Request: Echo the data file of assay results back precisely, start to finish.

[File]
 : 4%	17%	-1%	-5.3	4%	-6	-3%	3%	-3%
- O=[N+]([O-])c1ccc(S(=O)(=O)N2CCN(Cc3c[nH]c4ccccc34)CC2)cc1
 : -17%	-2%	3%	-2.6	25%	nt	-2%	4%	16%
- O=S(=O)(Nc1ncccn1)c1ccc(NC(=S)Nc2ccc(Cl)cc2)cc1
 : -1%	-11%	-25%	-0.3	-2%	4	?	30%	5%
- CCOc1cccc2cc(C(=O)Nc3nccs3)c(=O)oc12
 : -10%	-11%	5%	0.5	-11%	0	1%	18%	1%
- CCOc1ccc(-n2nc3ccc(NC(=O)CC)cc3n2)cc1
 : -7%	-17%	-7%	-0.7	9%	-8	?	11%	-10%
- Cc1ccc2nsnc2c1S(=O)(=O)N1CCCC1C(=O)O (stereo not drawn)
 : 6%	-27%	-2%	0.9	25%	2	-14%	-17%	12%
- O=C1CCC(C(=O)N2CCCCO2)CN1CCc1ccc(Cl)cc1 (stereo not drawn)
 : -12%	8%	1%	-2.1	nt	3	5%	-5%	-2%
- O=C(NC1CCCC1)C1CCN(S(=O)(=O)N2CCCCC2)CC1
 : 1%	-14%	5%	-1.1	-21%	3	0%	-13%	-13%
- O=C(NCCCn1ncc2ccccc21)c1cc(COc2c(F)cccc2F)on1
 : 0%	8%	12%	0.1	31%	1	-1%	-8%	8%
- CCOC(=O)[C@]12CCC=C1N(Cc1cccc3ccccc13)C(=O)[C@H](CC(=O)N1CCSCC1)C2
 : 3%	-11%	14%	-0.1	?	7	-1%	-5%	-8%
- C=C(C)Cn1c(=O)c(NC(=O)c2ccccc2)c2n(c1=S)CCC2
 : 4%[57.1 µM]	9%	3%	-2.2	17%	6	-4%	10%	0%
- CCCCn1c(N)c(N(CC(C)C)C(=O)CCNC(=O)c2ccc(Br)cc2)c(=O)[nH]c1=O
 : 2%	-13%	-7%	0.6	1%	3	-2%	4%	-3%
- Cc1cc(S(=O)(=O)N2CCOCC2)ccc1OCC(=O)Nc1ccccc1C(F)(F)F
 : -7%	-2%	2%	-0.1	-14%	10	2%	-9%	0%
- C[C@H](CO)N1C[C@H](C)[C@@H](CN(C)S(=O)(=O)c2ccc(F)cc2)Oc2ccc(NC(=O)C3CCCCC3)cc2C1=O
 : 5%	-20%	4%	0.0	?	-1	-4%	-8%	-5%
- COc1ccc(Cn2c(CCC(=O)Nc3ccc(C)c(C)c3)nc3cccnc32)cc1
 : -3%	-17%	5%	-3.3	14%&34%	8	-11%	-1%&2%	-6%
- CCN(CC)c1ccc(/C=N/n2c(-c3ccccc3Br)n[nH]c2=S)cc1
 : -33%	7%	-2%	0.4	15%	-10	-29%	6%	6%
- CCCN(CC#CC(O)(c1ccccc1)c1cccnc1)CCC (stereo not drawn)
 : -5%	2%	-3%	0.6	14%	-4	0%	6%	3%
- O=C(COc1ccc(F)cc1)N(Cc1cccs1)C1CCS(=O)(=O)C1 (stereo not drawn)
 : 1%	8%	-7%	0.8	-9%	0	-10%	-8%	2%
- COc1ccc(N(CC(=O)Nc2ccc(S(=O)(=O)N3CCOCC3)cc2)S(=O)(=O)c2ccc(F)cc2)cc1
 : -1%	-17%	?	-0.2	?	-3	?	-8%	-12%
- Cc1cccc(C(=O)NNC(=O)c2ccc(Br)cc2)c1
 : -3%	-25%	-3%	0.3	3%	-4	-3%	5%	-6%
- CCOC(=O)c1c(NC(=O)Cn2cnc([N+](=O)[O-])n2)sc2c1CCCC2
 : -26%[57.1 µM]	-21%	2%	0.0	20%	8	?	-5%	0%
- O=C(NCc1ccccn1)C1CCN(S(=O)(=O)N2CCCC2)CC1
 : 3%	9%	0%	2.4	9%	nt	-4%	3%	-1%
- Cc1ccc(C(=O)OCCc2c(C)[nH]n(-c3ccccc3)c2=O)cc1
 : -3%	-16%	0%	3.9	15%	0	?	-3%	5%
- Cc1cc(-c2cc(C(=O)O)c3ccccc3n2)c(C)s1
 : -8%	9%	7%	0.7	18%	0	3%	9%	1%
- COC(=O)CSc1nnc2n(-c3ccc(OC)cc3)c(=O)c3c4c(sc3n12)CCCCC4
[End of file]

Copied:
 : 4%	17%	-1%	-5.3	4%	-6	-3%	3%	-3%
- O=[N+]([O-])c1ccc(S(=O)(=O)N2CCN(Cc3c[nH]c4ccccc34)CC2)cc1
 : -17%	-2%	3%	-2.6	25%	nt	-2%	4%	16%
- O=S(=O)(Nc1ncccn1)c1ccc(NC(=S)Nc2ccc(Cl)cc2)cc1
 : -1%	-11%	-25%	-0.3	-2%	4	?	30%	5%
- CCOc1cccc2cc(C(=O)Nc3nccs3)c(=O)oc12
 : -10%	-11%	5%	0.5	-11%	0	1%	18%	1%
- CCOc1ccc(-n2nc3ccc(NC(=O)CC)cc3n2)cc1
 : -7%	-17%	-7%	-0.7	9%	-8	?	11%	-10%
- Cc1ccc2nsnc2c1S(=O)(=O)N1CCCC1C(=O)O (stereo not drawn)
 : 6%	-27%	-2%	0.9	25%	2	-14%	-17%	12%
- O=C1CCC(C(=O)N2CCCCO2)CN1CCc1ccc(Cl)cc1 (stereo not drawn)
 : -12%	8%	1%	-2.1	nt	3	5%	-5%	-2%
- O=C(NC1CCCC1)C1CCN(S(=O)(=O)N2CCCCC2)CC1
 : 1%	-14%	5%	-1.1	-21%	3	0%	-13%	-13%
- O=C(NCCCn1ncc2ccccc21)c1cc(COc2c(F)cccc2F)on1
 : 0%	8%	12%	0.1	31%	1	-1%	-8%	8%
- CCOC(=O)[C@]12CCC=C1N(Cc1cccc3ccccc13)C(=O)[C@H](CC(=O)N1CCSCC1)C2
 : 3%	-11%	14%	-0.1	?	7	-1%	-5%	-8%
- C=C(C)Cn1c(=O)c(NC(=O)c2ccccc2)c2n(c1=S)CCC2
 : 4%[57.1 µM]	9%	3%	-2.2	17%	6	-4%	10%	0%
- CCCCn1c(N)c(N(CC(C)C)C(=O)CCNC(=O)c2ccc(Br)cc2)c(=O)[nH]c1=O
 : 2%	-13%	-7%	0.6	1%	3	-2%	4%	-3%
- Cc1cc(S(=O)(=O)N2CCOCC2)ccc1OCC(=O)Nc1ccccc1C(F)(F)F
 : -7%	-2%	2%	-0.1	-14%	10	2%	-9%	0%
- C[C@H](CO)N1C[C@H](C)[C@@H](CN(C)S(=O)(=O)c2ccc(F)cc2)Oc2ccc(NC(=O)C3CCCCC3)cc2C1=O
 : 5%	-20%	4%	0.0	?	-1	-4%	-8%	-5%
- COc1ccc(Cn2c(CCC(=O)Nc3ccc(C)c(C)c3)nc3cccnc32)cc1
 : -3%	-17%	5%	-3.3	14%&34%	8	-11%	-1%&2%	-6%
- CCN(CC)c1ccc(/C=N/n2c(-c3ccccc3Br)n[nH]c2=S)cc1
 : -33%	7%	-2%	0.4	15%	-10	-29%	6%	6%
- CCCN(CC#CC(O)(c1ccccc1)c1cccnc1)CCC (stereo not drawn)
 : -5%	2%	-3%	0.6	14%	-4	0%	6%	3%
- O=C(COc1ccc(F)cc1)N(Cc1cccs1)C1CCS(=O)(=O)C1 (stereo not drawn)
 : 1%	8%	-7%	0.8	-9%	0	-10%	-8%	2%
- COc1ccc(N(CC(=O)Nc2ccc(S(=O)(=O)N3CCOCC3)cc2)S(=O)(=O)c2ccc(F)cc2)cc1
 : -1%	-17%	?	-0.2	?	-3	?	-8%	-12%
- Cc1cccc(C(=O)NNC(=O)c2ccc(Br)cc2)c1
 : -3%	-25%	-3%	0.3	3%	-4	-3%	5%	-6%
- CCOC(=O)c1c(NC(=O)Cn2cnc([N+](=O)[O-])n2)sc2c1CCCC2
 : -26%[57.1 µM]	-21%	2%	0.0	20%	8	?	-5%	0%
- O=C(NCc1ccccn1)C1CCN(S(=O)(=O)N2CCCC2)CC1
 : 3%	9%	0%	2.4	9%	nt	-4%	3%	-1%
- Cc1ccc(C(=O)OCCc2c(C)[nH]n(-c3ccccc3)c2=O)cc1
 : -3%	-16%	0%	3.9	15%	0	?	-3%	5%
- Cc1cc(-c2cc(C(=O)O)c3ccccc3n2)c(C)s1
 : -8%	9%	7%	0.7	18%	0	3%	9%	1%
- COC(=O)CSc1nnc2n(-c3ccc(OC)cc3)c(=O)c3c4c(sc3n12)CCCCC4